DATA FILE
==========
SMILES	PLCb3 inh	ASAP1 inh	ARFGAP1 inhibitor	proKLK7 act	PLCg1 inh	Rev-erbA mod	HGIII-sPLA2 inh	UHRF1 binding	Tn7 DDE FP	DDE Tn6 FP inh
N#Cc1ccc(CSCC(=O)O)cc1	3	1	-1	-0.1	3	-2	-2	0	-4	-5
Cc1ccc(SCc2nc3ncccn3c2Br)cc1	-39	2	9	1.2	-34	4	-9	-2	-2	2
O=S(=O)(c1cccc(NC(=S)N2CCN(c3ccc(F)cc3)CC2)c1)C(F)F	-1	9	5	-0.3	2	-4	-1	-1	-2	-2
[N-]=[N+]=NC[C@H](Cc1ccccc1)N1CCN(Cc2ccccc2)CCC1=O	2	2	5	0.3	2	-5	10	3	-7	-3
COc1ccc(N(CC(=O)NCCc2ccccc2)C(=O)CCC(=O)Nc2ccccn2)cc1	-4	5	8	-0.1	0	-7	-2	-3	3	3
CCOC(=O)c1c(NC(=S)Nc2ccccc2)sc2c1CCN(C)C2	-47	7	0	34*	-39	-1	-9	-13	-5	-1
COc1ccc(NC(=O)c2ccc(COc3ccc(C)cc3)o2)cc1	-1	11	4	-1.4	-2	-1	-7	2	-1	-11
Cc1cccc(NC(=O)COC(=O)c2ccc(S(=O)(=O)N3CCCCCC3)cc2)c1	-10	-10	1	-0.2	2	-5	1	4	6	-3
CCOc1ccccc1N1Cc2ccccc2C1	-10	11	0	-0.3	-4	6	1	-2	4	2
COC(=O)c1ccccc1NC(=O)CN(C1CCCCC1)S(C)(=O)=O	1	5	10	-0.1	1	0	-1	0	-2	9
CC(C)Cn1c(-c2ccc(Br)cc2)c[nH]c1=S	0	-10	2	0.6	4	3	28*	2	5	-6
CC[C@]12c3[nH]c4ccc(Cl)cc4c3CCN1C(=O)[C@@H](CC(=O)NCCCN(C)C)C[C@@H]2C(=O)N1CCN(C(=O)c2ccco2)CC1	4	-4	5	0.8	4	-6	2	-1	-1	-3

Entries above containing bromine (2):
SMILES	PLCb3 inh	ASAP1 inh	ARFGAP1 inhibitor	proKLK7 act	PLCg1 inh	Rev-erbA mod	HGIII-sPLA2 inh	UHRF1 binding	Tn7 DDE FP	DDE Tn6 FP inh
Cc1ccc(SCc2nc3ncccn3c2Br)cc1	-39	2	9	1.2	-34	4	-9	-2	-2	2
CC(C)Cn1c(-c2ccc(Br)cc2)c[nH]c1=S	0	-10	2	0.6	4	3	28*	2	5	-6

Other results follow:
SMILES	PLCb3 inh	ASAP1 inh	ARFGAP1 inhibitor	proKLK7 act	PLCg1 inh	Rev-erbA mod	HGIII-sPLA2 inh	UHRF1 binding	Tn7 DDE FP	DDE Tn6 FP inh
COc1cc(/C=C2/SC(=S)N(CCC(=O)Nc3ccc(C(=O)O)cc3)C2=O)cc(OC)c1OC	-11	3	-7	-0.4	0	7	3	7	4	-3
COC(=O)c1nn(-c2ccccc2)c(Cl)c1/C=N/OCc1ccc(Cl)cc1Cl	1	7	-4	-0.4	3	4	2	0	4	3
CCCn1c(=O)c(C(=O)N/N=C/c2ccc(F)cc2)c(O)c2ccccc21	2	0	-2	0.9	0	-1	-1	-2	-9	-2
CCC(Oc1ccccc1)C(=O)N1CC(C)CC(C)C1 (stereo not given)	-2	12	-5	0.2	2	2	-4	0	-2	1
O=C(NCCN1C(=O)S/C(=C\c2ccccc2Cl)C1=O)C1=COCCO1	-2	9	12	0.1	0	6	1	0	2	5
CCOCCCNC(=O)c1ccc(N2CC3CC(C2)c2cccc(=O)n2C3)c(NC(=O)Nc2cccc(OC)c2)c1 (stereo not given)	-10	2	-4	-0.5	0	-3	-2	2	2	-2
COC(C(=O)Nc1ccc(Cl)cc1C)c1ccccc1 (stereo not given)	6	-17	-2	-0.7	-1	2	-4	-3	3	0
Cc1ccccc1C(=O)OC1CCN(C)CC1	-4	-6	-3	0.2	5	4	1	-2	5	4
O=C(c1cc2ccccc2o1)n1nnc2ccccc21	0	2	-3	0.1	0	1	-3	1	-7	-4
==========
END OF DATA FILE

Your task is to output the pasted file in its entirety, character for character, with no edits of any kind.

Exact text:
SMILES	PLCb3 inh	ASAP1 inh	ARFGAP1 inhibitor	proKLK7 act	PLCg1 inh	Rev-erbA mod	HGIII-sPLA2 inh	UHRF1 binding	Tn7 DDE FP	DDE Tn6 FP inh
N#Cc1ccc(CSCC(=O)O)cc1	3	1	-1	-0.1	3	-2	-2	0	-4	-5
Cc1ccc(SCc2nc3ncccn3c2Br)cc1	-39	2	9	1.2	-34	4	-9	-2	-2	2
O=S(=O)(c1cccc(NC(=S)N2CCN(c3ccc(F)cc3)CC2)c1)C(F)F	-1	9	5	-0.3	2	-4	-1	-1	-2	-2
[N-]=[N+]=NC[C@H](Cc1ccccc1)N1CCN(Cc2ccccc2)CCC1=O	2	2	5	0.3	2	-5	10	3	-7	-3
COc1ccc(N(CC(=O)NCCc2ccccc2)C(=O)CCC(=O)Nc2ccccn2)cc1	-4	5	8	-0.1	0	-7	-2	-3	3	3
CCOC(=O)c1c(NC(=S)Nc2ccccc2)sc2c1CCN(C)C2	-47	7	0	34*	-39	-1	-9	-13	-5	-1
COc1ccc(NC(=O)c2ccc(COc3ccc(C)cc3)o2)cc1	-1	11	4	-1.4	-2	-1	-7	2	-1	-11
Cc1cccc(NC(=O)COC(=O)c2ccc(S(=O)(=O)N3CCCCCC3)cc2)c1	-10	-10	1	-0.2	2	-5	1	4	6	-3
CCOc1ccccc1N1Cc2ccccc2C1	-10	11	0	-0.3	-4	6	1	-2	4	2
COC(=O)c1ccccc1NC(=O)CN(C1CCCCC1)S(C)(=O)=O	1	5	10	-0.1	1	0	-1	0	-2	9
CC(C)Cn1c(-c2ccc(Br)cc2)c[nH]c1=S	0	-10	2	0.6	4	3	28*	2	5	-6
CC[C@]12c3[nH]c4ccc(Cl)cc4c3CCN1C(=O)[C@@H](CC(=O)NCCCN(C)C)C[C@@H]2C(=O)N1CCN(C(=O)c2ccco2)CC1	4	-4	5	0.8	4	-6	2	-1	-1	-3

Entries above containing bromine (2):
SMILES	PLCb3 inh	ASAP1 inh	ARFGAP1 inhibitor	proKLK7 act	PLCg1 inh	Rev-erbA mod	HGIII-sPLA2 inh	UHRF1 binding	Tn7 DDE FP	DDE Tn6 FP inh
Cc1ccc(SCc2nc3ncccn3c2Br)cc1	-39	2	9	1.2	-34	4	-9	-2	-2	2
CC(C)Cn1c(-c2ccc(Br)cc2)c[nH]c1=S	0	-10	2	0.6	4	3	28*	2	5	-6

Other results follow:
SMILES	PLCb3 inh	ASAP1 inh	ARFGAP1 inhibitor	proKLK7 act	PLCg1 inh	Rev-erbA mod	HGIII-sPLA2 inh	UHRF1 binding	Tn7 DDE FP	DDE Tn6 FP inh
COc1cc(/C=C2/SC(=S)N(CCC(=O)Nc3ccc(C(=O)O)cc3)C2=O)cc(OC)c1OC	-11	3	-7	-0.4	0	7	3	7	4	-3
COC(=O)c1nn(-c2ccccc2)c(Cl)c1/C=N/OCc1ccc(Cl)cc1Cl	1	7	-4	-0.4	3	4	2	0	4	3
CCCn1c(=O)c(C(=O)N/N=C/c2ccc(F)cc2)c(O)c2ccccc21	2	0	-2	0.9	0	-1	-1	-2	-9	-2
CCC(Oc1ccccc1)C(=O)N1CC(C)CC(C)C1 (stereo not given)	-2	12	-5	0.2	2	2	-4	0	-2	1
O=C(NCCN1C(=O)S/C(=C\c2ccccc2Cl)C1=O)C1=COCCO1	-2	9	12	0.1	0	6	1	0	2	5
CCOCCCNC(=O)c1ccc(N2CC3CC(C2)c2cccc(=O)n2C3)c(NC(=O)Nc2cccc(OC)c2)c1 (stereo not given)	-10	2	-4	-0.5	0	-3	-2	2	2	-2
COC(C(=O)Nc1ccc(Cl)cc1C)c1ccccc1 (stereo not given)	6	-17	-2	-0.7	-1	2	-4	-3	3	0
Cc1ccccc1C(=O)OC1CCN(C)CC1	-4	-6	-3	0.2	5	4	1	-2	5	4
O=C(c1cc2ccccc2o1)n1nnc2ccccc21	0	2	-3	0.1	0	1	-3	1	-7	-4